Pinto Abalone Seeking State Endangered Species Listing

This is a very good idea who’s time has come, however late. Pinto Abalone stocks have collapsed in the Salish Sea and WDFW has been working hard for twenty years to try and reverse this.  Help out by supporting this effort and sending in letters of support to the email or mailing address below.

The Washington Department of Fish and Wildlife is seeking your input on a status review of the pinto abalone (Haliotis kamtschatkana), a Candidate for State Endangered Species.  Populations of these iconic marine snails have not recovered from historic harvests and may merit additional protection.  We recognize that Washington based state and federal natural resource agencies have an important perspective on the status of our state’s marine species and habitats. We would appreciate your participation in the following way:
 Directly submit your opinions and/or questions regarding the status review to:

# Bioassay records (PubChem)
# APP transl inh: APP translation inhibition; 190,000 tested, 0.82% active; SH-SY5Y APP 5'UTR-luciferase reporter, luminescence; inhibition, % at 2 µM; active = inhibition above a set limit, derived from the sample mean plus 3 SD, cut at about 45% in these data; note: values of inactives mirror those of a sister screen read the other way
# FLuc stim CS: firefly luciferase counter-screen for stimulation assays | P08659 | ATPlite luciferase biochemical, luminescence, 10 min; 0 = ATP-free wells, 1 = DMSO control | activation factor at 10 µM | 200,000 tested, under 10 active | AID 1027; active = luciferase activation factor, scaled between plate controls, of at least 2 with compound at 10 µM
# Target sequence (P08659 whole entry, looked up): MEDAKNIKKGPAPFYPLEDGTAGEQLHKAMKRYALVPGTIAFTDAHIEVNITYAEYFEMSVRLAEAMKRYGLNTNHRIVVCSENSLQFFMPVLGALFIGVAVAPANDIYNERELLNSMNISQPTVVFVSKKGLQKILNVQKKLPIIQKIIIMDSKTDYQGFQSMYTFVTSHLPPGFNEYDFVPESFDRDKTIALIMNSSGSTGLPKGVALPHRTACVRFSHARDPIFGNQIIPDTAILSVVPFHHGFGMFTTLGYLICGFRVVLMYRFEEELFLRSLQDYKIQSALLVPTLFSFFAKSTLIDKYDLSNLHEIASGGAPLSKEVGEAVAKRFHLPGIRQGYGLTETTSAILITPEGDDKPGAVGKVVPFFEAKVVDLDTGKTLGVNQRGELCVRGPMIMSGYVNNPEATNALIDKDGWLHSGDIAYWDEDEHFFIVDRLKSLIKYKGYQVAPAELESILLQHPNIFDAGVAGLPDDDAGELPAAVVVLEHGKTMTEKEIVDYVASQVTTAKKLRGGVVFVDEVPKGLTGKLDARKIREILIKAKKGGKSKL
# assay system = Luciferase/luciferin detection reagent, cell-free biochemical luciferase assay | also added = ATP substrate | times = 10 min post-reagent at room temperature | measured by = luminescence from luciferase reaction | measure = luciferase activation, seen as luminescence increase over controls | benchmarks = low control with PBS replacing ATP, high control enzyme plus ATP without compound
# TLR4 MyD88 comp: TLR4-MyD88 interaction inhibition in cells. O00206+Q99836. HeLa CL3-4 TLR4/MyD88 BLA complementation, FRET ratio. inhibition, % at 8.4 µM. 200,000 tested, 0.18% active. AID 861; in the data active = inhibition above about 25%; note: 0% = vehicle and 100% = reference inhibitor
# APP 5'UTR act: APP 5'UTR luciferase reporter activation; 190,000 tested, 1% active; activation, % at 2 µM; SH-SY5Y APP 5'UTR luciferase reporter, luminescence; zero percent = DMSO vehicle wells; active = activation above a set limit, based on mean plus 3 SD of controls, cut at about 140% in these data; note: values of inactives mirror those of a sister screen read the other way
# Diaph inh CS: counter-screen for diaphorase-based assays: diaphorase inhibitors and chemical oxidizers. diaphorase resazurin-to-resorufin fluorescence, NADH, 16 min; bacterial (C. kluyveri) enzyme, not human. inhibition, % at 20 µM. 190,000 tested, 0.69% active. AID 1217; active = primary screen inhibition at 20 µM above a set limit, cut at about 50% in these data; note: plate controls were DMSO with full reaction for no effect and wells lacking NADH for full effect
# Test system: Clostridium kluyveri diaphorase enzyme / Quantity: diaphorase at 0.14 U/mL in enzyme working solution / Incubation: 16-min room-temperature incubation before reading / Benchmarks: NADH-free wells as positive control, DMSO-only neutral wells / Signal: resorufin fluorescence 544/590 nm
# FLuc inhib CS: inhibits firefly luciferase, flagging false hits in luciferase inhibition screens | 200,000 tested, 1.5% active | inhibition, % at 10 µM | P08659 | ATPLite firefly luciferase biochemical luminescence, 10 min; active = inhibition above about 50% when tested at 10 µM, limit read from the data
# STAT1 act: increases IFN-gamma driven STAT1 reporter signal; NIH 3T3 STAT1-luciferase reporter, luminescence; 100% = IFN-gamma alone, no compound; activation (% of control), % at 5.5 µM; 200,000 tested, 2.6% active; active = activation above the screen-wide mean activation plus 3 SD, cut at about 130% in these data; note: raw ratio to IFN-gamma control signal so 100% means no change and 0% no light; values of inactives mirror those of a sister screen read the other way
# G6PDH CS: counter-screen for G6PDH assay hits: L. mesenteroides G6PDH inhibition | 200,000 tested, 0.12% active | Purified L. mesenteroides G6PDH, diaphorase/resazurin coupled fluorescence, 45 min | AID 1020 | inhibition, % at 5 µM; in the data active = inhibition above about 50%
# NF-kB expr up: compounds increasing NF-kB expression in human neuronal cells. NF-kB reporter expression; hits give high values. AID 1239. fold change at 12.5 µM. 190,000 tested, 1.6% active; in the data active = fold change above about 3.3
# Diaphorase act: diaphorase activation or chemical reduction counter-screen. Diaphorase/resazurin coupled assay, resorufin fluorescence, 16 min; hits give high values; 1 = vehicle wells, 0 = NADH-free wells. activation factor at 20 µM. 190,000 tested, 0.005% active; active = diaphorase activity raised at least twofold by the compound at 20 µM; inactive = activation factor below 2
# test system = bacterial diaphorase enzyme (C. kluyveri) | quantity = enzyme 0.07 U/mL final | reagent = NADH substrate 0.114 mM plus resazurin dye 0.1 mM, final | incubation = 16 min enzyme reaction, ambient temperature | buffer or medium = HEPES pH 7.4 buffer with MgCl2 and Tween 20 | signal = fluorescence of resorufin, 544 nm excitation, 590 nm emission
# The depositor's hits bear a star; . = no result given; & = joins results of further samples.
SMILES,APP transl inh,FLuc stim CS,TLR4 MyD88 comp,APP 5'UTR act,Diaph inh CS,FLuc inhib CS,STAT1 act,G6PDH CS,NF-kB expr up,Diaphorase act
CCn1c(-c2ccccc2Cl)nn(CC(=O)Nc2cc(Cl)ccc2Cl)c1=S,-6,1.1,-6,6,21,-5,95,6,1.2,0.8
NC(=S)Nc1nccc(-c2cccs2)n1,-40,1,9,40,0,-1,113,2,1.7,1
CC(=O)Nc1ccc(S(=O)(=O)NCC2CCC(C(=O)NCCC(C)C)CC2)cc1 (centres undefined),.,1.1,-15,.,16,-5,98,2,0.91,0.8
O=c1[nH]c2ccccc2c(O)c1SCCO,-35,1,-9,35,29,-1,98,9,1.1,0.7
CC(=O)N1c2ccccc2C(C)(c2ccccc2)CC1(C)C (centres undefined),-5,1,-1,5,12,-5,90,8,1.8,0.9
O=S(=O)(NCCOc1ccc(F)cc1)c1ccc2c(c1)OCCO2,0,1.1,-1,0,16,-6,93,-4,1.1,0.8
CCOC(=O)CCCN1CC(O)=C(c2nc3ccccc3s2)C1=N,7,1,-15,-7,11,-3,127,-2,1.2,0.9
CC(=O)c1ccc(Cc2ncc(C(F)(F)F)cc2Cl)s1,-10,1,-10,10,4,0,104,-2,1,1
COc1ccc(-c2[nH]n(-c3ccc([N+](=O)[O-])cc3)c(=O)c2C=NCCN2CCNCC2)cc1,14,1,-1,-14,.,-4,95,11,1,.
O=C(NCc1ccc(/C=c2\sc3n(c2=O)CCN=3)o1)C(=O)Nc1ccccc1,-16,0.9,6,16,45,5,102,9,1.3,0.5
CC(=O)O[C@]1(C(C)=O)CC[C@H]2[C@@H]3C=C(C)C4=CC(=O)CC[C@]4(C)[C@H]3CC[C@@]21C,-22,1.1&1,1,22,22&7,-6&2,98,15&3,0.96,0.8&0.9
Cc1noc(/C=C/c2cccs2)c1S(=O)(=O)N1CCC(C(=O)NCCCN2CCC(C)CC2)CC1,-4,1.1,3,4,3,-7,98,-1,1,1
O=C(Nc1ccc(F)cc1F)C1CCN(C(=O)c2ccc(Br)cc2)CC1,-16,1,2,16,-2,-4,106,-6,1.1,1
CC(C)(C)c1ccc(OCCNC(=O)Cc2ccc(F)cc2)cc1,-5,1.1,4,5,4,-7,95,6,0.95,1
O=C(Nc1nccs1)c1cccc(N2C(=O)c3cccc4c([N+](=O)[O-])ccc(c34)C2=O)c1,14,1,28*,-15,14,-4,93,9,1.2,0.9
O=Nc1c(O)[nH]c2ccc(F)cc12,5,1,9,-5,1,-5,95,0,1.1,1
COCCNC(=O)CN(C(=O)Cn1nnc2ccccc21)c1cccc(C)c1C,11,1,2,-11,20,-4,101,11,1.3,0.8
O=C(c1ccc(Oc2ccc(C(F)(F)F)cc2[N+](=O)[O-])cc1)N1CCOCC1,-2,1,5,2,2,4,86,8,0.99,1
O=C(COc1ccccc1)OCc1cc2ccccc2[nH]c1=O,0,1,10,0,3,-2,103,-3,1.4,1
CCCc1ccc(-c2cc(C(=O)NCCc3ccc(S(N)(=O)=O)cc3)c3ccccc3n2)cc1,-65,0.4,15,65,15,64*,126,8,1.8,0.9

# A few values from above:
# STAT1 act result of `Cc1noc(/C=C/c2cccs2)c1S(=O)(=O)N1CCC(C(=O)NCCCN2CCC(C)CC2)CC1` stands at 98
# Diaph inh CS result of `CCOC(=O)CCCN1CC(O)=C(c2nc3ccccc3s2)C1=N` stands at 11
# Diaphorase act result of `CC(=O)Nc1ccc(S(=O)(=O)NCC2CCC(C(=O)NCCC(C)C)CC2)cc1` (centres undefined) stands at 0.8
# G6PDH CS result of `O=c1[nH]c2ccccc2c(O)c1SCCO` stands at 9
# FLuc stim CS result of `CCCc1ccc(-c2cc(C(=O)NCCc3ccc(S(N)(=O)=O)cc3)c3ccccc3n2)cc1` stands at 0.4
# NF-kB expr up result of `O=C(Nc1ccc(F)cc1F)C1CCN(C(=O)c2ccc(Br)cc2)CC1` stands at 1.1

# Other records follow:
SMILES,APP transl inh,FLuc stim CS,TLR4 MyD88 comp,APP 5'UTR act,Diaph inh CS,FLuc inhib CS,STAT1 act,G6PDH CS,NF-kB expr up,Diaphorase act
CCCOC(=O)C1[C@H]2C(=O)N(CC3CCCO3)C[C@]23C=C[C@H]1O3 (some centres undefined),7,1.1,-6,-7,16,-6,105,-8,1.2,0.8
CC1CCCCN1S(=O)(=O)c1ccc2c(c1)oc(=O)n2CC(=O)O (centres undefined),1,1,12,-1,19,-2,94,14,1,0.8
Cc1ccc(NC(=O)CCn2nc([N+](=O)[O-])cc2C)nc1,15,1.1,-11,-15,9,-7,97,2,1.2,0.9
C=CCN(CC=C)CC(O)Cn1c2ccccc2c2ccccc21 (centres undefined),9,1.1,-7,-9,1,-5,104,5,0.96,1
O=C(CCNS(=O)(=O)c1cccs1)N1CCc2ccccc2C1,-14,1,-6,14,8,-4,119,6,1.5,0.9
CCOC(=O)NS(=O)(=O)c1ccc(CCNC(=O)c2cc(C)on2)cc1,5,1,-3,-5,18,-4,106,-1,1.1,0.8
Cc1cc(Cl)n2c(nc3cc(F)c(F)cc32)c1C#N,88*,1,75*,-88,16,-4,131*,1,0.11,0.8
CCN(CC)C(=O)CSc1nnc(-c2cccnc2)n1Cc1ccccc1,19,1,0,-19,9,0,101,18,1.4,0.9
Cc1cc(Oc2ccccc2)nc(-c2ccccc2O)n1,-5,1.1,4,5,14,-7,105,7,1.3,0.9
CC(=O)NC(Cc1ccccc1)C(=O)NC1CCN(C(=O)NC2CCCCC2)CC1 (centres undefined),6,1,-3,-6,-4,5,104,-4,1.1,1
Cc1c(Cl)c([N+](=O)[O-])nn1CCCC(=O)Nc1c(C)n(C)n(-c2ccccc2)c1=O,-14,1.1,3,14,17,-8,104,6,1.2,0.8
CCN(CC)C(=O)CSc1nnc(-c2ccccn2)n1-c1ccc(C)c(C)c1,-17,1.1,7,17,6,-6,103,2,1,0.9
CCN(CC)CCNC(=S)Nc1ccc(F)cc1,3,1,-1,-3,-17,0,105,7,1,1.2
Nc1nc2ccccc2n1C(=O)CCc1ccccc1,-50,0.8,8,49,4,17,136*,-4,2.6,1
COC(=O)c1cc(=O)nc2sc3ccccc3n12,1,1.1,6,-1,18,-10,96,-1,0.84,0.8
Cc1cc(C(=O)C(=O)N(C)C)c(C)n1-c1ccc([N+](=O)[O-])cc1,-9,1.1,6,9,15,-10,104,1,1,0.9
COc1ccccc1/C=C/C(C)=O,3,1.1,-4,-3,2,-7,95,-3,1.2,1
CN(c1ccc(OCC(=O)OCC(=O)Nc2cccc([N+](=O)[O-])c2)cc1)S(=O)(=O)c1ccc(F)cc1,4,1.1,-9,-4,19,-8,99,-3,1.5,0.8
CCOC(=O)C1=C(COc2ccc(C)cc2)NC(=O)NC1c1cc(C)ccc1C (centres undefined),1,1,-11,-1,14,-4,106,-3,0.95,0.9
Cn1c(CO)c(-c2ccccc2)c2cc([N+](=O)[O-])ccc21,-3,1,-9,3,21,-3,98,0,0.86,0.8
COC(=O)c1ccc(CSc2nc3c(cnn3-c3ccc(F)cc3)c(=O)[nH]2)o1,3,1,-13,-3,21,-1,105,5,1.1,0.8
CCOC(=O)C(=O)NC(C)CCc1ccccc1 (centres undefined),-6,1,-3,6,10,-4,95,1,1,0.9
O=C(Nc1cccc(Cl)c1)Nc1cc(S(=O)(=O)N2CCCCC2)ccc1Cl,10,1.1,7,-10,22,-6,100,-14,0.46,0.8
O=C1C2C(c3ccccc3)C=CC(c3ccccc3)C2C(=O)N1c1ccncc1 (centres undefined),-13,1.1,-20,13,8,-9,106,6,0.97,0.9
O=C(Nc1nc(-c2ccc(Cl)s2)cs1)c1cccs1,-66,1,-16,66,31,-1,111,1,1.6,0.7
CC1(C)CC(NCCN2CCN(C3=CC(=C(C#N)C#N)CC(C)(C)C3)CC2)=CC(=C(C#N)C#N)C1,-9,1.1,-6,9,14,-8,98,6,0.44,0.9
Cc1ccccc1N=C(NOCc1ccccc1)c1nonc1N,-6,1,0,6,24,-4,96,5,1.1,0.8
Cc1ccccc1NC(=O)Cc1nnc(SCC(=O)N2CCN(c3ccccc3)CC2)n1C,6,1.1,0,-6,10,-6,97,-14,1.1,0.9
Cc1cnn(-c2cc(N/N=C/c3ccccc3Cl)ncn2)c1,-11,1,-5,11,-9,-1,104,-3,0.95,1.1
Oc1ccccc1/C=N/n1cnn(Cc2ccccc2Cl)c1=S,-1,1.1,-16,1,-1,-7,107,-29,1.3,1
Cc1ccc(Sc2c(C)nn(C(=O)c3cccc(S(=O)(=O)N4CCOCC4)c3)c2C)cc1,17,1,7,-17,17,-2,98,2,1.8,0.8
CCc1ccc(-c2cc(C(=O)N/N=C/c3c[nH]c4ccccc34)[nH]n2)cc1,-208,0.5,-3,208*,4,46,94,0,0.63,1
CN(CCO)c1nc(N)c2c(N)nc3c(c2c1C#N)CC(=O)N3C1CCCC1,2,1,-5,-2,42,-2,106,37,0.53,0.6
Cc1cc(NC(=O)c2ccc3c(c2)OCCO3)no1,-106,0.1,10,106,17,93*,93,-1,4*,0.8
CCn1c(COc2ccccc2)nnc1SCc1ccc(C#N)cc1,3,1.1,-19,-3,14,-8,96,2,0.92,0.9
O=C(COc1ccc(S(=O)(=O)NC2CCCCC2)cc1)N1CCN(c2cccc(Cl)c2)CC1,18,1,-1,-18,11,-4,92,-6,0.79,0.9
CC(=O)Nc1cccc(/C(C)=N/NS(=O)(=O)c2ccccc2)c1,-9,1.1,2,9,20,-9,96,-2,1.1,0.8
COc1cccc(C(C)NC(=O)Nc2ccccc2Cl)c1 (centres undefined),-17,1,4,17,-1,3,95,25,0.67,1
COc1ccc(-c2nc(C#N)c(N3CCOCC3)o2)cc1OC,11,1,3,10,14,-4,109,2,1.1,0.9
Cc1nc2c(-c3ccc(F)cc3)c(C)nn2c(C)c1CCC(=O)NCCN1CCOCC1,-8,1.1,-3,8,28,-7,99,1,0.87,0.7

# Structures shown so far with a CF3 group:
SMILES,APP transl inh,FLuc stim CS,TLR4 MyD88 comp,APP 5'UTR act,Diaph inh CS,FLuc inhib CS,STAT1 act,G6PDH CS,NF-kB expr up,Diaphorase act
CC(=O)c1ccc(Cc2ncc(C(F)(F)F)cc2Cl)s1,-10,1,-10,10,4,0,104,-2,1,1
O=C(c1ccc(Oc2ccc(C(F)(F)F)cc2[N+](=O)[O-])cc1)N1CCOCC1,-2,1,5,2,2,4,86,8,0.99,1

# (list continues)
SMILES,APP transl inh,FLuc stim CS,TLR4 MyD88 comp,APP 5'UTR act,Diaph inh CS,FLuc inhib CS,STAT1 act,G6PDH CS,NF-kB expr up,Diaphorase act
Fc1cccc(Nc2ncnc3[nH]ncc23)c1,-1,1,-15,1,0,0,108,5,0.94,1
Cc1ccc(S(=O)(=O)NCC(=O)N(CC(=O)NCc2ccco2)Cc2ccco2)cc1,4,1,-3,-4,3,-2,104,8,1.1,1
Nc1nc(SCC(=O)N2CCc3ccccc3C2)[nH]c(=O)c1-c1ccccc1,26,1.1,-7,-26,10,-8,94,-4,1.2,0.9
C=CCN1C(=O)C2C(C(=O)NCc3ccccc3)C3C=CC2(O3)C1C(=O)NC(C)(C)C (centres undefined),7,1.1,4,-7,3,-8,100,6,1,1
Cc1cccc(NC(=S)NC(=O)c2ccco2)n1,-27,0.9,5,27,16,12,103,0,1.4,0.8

Washington State Department of Fish and Wildlife
c/o Michael Ulrich, Fish Program
P.O. Box 43200
Olympia, WA 98504-3200
 
 
(360) 902-2737
 
What is the current status of pinto abalone in Washington?  Some receiving this notice may recall an era in Washington when legal take of abalone was allowed and healthy populations existed in the Strait of Juan de Fuca and San Juan Archipelago.  Recognizing a declining trend in populations during dive surveys, the department closed the recreational fishery in 1994.  Since that time, the department has continued regular monitoring and results indicate that surveyed populations continue to decline or are entirely absent from areas once well established.  Additionally, the increasing average size of remnant abalone, and absence of juveniles, indicates an aging population with little natural reproduction.  Finding abalone anywhere in Washington waters is becoming more and more difficult.